Nov. 6, 2012 U.S. Senate Races

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At Stake: 33 Seats
Before Nov. 6: 51R, 47D and 2I.

AZ  -  CA  -  CT  -  DE  -  FL  -  HI  -  IN  -  ME  -  MD  -  MA  -  MI  -  MN  -  MS  -  MO  -  MT  -  NE  -  NV  -  NJ  -  NM  -  NY  -  ND  -  OH  -  PA  -  RI  -  TN  -  TX  -  UT  -  VT  -  VA  -  WA  -  WV  -  WI  -  WY



Democrats Republicans Third Party/Independent
Arizona







California





Connecticut

D+





Delaware






Florida







Hawaii





Indiana

D+





Maine

I+




Maryland




Massachusetts

D+





Michigan





Minnesota





Mississippi




Missouri





Montana





Nebraska

R+





Nevada





New Jersey





New Mexico





New York




North Dakota







Ohio





Pennsylvania





Rhode Island





Tennessee






Texas




Utah




Vermont
[Sanders (I) won
Democratic nomination]




Virginia





Washington





West Virginia





Wisconsin





Wyoming


Thank you to the many people who have helped make this page possible.

After Nov. 6: 53D, 45R and 2I.
  Margin of Victory in Percentage Points
25.01 +
20.01-25.0
15.01-20.0
10.01-15.0
5.01-10.0
0-5.0
0-5.0
5.01-10.0
10.01-15.0
15.01-20.0
20.01-25.0
25.01 +
CA 25.04
HI 25.20
MD 29.65
MN 34.70
DE 37.47
NY 45.87
MI 20.81
WA 20.90
WV 24.10
MO 15.70
NJ 19.45
CT 11.75*
FL 13.00
WI 5.55
NM 5.73
IN 5.76*
VA 5.91
OH 6.00
MA 7.55
PA 9.10
ND 0.90
MT 3.72

NV 1.16
AZ 3.03



NE 15.54*
TX 15.84
MS 16.61


TN 34.48
UT 35.33
WY 53.18
   Two Independents not shown in chart: ME-A.King won by 22.15 percentage points* and VT- B.Sanders won by 46.01 percentage points.
   *Seat changed parties.

 

OVERVIEW [more]
Balance before: 51 Democrats, 47 Republicans and 2 Independents.

33 seats at stake: 21 held by Democrats, 10 by Republicans and 2 by Independents.

10 retirements:
6 Democrats, 3 Republicans and 1 Independent.
   6 Democrats: Daniel Akaka (HI), Ben Nelson (NE), Jeff Bingaman (NM), Kent Conrad (ND), Jim Webb (VA), Herb Kohl (WI). 
   3 Republicans: Jon Kyl (AZ), Olympia Snowe (ME), Kay Bailey Hutchison (TX). 
   1 Independent: Joe Lieberman (CT).

1 incumbent defeated in primary. 
   Richard Lugar (R-IN).
 
1 incumbent defeated in the general election.
  
Scott Brown (R-MA).

5 seats flipped: CT (I to D), IN (R to D), ME (R to I), MA (R to D) and NE (D to R).

   CT (Lieberman (I) to Chris Murphy (D), IN (Lugar) Joe Donnelly (D), ME (Snowe) Angus King (I), MA (Brown) Elizabeth Warren (D), NE (Nelson) Deb Fischer (R).

 12 new Senators elected: 8 Democrats, 3 Republicans and 1 Independent.
  8 Democrats: Chris Murphy (CT), Mazie Hirono (HI), Joe Donnelly (IN), Elizabeth Warren (MA), Martin Heinrich (NM), Heidi Heitkamp (ND), Tim Kaine (VA), Tammy Baldwin (WI).
  3 Republicans: Jeff Flake (AZ), Deb Fischer (NE), Ted Cruz (TX).
  1 Independent: Angus King (ME).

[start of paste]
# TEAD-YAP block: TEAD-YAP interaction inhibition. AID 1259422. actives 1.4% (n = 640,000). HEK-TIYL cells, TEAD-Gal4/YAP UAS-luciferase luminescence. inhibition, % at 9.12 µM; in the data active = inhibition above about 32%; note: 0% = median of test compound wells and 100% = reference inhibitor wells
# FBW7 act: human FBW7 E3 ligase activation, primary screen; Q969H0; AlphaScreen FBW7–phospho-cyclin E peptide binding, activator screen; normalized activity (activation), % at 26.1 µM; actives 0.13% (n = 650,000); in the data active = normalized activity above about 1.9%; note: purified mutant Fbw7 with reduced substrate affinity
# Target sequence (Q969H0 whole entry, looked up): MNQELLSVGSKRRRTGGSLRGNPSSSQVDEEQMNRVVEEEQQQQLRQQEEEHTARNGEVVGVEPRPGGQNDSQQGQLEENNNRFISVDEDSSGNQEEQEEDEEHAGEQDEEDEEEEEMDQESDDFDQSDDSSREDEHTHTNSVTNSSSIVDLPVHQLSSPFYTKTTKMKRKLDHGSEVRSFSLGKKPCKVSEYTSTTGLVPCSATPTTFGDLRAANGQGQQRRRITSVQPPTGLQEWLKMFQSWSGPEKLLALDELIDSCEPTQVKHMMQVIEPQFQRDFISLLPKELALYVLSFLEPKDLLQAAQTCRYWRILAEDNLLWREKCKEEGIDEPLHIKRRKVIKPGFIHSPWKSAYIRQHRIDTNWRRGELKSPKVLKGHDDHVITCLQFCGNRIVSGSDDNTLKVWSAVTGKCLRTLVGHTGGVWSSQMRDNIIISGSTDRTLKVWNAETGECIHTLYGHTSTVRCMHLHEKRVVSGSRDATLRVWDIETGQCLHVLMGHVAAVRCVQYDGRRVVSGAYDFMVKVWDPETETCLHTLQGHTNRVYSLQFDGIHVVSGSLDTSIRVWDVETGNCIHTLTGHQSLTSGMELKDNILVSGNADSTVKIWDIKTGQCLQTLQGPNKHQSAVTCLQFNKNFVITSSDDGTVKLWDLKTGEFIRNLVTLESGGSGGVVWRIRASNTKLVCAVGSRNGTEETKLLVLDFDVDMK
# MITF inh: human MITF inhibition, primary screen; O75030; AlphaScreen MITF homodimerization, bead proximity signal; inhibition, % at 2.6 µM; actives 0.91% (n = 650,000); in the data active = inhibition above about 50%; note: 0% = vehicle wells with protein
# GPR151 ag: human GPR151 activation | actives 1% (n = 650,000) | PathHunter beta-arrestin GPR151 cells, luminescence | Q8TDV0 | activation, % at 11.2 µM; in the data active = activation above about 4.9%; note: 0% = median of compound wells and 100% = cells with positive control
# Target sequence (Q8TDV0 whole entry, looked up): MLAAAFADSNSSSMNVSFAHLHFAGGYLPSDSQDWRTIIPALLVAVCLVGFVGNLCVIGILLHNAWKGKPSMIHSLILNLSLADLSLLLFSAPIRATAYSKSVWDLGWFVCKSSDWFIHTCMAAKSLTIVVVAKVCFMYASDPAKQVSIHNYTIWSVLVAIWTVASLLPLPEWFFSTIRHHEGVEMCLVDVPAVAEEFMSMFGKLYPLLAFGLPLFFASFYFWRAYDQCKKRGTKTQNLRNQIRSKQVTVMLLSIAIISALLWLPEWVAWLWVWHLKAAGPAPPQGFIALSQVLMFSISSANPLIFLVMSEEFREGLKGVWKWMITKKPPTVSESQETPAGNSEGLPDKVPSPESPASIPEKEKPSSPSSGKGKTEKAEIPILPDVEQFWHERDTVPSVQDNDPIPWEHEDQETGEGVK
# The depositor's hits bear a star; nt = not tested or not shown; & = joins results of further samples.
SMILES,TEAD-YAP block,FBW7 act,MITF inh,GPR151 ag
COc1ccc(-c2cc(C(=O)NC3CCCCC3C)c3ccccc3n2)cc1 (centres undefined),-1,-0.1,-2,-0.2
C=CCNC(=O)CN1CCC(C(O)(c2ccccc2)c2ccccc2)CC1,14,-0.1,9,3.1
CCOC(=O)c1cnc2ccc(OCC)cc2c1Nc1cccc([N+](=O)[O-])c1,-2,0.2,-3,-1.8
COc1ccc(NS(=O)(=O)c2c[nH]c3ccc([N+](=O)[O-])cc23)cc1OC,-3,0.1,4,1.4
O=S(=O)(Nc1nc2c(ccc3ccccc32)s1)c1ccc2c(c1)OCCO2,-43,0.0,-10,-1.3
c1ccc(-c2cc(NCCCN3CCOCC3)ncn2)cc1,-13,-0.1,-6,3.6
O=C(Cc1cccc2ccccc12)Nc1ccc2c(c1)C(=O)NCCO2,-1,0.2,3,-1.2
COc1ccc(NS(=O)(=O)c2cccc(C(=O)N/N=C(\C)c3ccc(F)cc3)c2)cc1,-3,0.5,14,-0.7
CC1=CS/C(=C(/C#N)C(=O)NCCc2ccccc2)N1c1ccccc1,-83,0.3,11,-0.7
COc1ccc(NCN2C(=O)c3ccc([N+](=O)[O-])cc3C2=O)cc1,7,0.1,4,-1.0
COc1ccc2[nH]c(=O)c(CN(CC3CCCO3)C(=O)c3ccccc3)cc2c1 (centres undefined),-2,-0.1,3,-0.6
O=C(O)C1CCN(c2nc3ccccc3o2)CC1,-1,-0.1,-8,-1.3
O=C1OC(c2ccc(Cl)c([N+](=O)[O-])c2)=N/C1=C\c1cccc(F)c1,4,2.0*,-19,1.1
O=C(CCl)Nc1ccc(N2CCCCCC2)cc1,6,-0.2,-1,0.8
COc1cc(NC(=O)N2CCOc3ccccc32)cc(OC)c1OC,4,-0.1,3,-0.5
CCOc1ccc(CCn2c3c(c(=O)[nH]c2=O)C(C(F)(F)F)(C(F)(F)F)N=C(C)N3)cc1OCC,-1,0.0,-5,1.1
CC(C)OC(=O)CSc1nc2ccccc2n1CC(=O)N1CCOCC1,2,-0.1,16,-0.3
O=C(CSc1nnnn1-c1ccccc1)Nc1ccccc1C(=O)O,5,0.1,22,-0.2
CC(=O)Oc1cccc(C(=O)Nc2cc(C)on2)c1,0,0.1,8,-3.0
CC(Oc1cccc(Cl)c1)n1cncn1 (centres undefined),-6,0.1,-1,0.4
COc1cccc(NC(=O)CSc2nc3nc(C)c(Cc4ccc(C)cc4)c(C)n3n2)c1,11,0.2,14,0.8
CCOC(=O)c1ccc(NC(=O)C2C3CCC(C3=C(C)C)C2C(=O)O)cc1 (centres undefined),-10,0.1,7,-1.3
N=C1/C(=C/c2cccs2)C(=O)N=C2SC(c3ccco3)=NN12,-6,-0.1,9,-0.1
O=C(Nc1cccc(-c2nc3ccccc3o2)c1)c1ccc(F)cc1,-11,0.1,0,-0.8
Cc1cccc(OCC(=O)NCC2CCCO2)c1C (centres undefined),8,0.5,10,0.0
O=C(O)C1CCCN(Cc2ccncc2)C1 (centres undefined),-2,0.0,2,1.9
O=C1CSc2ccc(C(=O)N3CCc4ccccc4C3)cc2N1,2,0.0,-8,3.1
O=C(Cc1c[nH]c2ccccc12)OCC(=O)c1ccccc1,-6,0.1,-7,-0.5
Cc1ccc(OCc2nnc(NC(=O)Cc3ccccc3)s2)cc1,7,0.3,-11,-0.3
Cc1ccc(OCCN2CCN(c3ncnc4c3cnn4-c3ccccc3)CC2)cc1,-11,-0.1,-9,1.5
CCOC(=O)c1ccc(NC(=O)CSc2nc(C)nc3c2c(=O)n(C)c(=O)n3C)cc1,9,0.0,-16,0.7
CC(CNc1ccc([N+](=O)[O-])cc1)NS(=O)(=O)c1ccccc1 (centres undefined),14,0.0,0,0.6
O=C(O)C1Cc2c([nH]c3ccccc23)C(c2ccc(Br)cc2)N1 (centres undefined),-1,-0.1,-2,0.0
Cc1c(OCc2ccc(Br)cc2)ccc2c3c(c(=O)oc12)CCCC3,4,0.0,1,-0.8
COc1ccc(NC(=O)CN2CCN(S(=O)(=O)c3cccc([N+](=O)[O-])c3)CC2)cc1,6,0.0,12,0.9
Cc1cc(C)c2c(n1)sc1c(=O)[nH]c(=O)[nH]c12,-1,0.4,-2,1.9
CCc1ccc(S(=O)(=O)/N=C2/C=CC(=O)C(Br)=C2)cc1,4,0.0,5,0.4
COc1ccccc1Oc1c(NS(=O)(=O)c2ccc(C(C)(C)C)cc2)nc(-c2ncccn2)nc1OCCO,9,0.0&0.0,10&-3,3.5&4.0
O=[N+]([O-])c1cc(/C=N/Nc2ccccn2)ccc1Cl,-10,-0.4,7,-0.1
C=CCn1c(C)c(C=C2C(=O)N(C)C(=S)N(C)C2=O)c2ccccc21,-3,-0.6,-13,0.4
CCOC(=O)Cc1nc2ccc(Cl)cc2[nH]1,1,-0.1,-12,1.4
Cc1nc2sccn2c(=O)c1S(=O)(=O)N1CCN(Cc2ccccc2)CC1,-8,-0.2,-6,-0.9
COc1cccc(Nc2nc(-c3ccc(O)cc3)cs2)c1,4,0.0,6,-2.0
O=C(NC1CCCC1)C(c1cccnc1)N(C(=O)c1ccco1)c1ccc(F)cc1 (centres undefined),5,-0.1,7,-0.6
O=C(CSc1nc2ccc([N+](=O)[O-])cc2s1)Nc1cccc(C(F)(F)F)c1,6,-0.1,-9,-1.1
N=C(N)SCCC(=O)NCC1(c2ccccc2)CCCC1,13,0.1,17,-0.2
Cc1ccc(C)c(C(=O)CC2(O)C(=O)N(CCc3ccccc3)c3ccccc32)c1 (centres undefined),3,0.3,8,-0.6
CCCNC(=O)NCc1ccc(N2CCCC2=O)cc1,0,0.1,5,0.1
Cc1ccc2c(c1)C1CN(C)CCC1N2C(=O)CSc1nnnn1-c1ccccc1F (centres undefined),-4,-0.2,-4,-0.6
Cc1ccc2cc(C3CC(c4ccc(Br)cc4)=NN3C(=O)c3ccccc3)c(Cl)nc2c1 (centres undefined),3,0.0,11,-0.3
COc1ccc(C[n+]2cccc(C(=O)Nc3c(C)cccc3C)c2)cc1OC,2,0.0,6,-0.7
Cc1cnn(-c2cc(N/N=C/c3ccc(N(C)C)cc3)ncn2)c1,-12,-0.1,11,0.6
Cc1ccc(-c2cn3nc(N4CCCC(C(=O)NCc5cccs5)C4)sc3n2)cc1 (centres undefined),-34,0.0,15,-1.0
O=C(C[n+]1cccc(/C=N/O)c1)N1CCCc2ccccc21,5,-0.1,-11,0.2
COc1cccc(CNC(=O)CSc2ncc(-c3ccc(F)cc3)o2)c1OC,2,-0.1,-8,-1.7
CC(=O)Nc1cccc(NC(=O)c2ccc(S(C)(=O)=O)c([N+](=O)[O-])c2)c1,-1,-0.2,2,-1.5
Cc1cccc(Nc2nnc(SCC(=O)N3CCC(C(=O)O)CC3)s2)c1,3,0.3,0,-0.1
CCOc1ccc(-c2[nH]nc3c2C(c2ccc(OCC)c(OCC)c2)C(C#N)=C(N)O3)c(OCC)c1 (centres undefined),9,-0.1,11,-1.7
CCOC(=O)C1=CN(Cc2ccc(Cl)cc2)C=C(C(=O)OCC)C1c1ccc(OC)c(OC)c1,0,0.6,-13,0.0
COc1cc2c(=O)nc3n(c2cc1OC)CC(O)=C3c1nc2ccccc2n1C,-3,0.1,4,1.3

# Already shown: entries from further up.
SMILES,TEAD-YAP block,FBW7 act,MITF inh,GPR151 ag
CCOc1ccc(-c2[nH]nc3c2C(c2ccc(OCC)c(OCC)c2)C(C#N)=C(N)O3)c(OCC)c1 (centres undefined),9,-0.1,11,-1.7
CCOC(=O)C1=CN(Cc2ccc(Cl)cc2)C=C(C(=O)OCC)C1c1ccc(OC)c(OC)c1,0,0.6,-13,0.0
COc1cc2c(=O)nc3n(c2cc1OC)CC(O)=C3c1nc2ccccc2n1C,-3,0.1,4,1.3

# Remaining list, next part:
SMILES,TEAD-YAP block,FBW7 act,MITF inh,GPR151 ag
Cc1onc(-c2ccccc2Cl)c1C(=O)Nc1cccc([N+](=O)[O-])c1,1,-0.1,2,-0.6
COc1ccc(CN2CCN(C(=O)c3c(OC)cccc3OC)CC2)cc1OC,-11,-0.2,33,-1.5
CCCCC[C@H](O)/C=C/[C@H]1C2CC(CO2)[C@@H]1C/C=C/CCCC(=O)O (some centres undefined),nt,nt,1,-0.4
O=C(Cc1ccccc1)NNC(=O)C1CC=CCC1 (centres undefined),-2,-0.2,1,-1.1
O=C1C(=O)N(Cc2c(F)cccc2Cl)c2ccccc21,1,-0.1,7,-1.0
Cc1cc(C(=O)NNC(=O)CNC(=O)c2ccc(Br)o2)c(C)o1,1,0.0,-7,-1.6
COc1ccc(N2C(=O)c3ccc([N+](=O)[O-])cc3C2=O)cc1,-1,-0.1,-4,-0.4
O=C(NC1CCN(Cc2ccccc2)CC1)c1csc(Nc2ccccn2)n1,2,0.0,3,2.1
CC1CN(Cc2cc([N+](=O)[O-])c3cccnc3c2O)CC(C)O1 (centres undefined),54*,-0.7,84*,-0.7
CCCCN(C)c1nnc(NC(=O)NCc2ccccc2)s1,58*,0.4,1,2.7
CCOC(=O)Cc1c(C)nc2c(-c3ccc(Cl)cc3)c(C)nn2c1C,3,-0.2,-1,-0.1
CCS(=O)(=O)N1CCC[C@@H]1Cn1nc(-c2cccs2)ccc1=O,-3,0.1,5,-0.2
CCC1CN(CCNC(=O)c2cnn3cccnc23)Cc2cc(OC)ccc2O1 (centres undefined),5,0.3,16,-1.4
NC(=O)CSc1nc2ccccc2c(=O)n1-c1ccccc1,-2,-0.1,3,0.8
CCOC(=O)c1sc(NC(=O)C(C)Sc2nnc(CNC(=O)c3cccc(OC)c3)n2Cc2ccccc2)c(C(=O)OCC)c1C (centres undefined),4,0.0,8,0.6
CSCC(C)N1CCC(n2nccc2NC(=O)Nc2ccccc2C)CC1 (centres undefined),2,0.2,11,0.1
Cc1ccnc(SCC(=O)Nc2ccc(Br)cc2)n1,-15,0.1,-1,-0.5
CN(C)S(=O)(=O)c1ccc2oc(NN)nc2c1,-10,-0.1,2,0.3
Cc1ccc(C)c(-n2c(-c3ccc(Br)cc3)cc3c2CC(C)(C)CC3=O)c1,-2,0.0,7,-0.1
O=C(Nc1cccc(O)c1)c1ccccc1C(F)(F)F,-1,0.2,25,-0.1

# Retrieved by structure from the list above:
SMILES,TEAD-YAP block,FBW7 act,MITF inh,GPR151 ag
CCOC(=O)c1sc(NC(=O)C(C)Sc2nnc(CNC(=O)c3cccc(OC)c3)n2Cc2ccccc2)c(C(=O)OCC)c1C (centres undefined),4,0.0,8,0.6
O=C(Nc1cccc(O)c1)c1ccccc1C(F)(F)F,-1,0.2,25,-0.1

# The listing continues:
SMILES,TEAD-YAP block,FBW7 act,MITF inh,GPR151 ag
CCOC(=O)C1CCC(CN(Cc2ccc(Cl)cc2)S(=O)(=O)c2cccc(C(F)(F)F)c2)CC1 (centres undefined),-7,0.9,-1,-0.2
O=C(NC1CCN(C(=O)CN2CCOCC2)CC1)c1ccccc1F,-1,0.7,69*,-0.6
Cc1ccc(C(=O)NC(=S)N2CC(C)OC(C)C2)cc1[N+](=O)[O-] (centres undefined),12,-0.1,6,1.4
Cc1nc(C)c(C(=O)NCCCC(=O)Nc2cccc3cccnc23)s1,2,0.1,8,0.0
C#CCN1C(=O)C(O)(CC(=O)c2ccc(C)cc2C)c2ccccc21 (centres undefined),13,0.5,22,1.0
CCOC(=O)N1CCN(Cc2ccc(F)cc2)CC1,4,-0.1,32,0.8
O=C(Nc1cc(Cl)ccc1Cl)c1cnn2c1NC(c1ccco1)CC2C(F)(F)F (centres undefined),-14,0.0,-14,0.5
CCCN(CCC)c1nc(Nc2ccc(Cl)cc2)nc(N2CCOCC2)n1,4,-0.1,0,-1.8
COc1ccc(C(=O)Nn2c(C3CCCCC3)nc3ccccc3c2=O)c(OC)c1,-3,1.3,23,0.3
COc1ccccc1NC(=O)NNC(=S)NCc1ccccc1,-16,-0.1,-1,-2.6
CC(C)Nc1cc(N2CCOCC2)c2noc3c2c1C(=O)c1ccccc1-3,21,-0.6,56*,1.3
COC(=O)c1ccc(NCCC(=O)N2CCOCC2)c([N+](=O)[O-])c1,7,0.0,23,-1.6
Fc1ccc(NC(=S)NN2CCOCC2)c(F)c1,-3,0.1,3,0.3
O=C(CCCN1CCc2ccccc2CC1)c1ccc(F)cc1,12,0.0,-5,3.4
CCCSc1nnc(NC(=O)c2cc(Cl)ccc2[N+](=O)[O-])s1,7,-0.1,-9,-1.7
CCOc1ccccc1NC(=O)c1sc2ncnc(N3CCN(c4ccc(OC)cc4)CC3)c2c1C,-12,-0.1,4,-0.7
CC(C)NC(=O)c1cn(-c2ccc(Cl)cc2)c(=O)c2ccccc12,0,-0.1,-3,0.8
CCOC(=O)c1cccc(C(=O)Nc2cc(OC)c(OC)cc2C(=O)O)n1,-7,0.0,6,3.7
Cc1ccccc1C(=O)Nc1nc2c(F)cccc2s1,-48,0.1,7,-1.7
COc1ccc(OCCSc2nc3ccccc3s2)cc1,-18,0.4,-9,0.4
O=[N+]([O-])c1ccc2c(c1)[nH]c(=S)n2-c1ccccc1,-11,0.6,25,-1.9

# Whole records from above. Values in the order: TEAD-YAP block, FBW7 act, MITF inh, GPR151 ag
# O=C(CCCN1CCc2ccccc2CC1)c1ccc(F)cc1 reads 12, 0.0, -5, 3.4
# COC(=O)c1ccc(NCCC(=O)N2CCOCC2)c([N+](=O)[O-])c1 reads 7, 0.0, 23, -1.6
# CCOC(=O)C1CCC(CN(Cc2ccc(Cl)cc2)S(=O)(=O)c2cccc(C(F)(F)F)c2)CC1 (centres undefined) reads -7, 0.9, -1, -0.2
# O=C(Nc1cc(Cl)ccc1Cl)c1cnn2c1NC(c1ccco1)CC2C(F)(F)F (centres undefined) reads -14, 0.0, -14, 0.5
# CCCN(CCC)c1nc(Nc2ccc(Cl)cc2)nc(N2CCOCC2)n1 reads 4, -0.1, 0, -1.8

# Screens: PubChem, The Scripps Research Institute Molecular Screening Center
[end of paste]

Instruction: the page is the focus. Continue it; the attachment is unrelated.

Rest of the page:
Races won: Democrats 23, Republicans 8, and Independents 2.

Balance after: 53 Democrats, 45 Republicans and 2 Independents.



HIGHLIGHTS
  • This was a very successful cycle for Democrats, who were defending 21 seats.  Benefiting from the Akin and Mourdock candidacies and from Heitkamp's narrow win in North Dakota they were able to slightly expand their majority.
  • According to Open Secrets (>) the most expensive race of the cycle (all candidates and outside groups) was the Scott Brown-Elizabeth Warren contest in Massachusetts, which saw total spending of $90.5 million ($82.4 million by the campaigns and $8.1 million by outside groups).  That race was atypical in that the two campaigns had reached an agreement to control outside spending.  The next most expensive race was in Virginia at $86.3 million ($33.9 million by  campaigns and $52.4 million by outside groups).  Other expensive races occurred in Ohio ($82.4 million), Wisconsin ($81.5 million) and Connecticut ($75.9 million).
  • The closest Senate race of the cycle was in North Dakota, where Heidi Heitkamp (D) eked out a 0.90 percentage point win over Rick Berg (R) to keep the seat in Democratic hands.  Another very close race occurred in Nevada, where Sen. Dean Heller (R) won a second term by 1.16 percentage points.  Blowout races occurred in Wyoming, where Sen. John Barrasso (R) secured a 53.18 percentage point margin, in Vermont, where Sen. Bernie Sanders (I) won a second term by 46.01 percentage points, and in New York, where Sen. Kirsten Gillibrand (D) won a full term by 45.87 percentage points.
  • Of the 66 major party nominees, 18 were women (27.3%): 12 of 33 Democrats or 36.4% (eight won—all five incumbents plus one challenger, Elizabeth Warren in Massachusetts, and two open seat candidates, Mazie Hirono and Heidi Heitkamp) and six of 33 Republicans or 18.2% (one won, Deb Fischer picking up the open seat in Nebraska).  In two states, Hawaii and New York, both nominees were women.
  • The strongest showings by a third party or independent candidate was in Maryland, where Rob Sobhani, running as an independent, invested $7.9 million of his own money and obtained 16.37% of the vote.


see also: campaign managers


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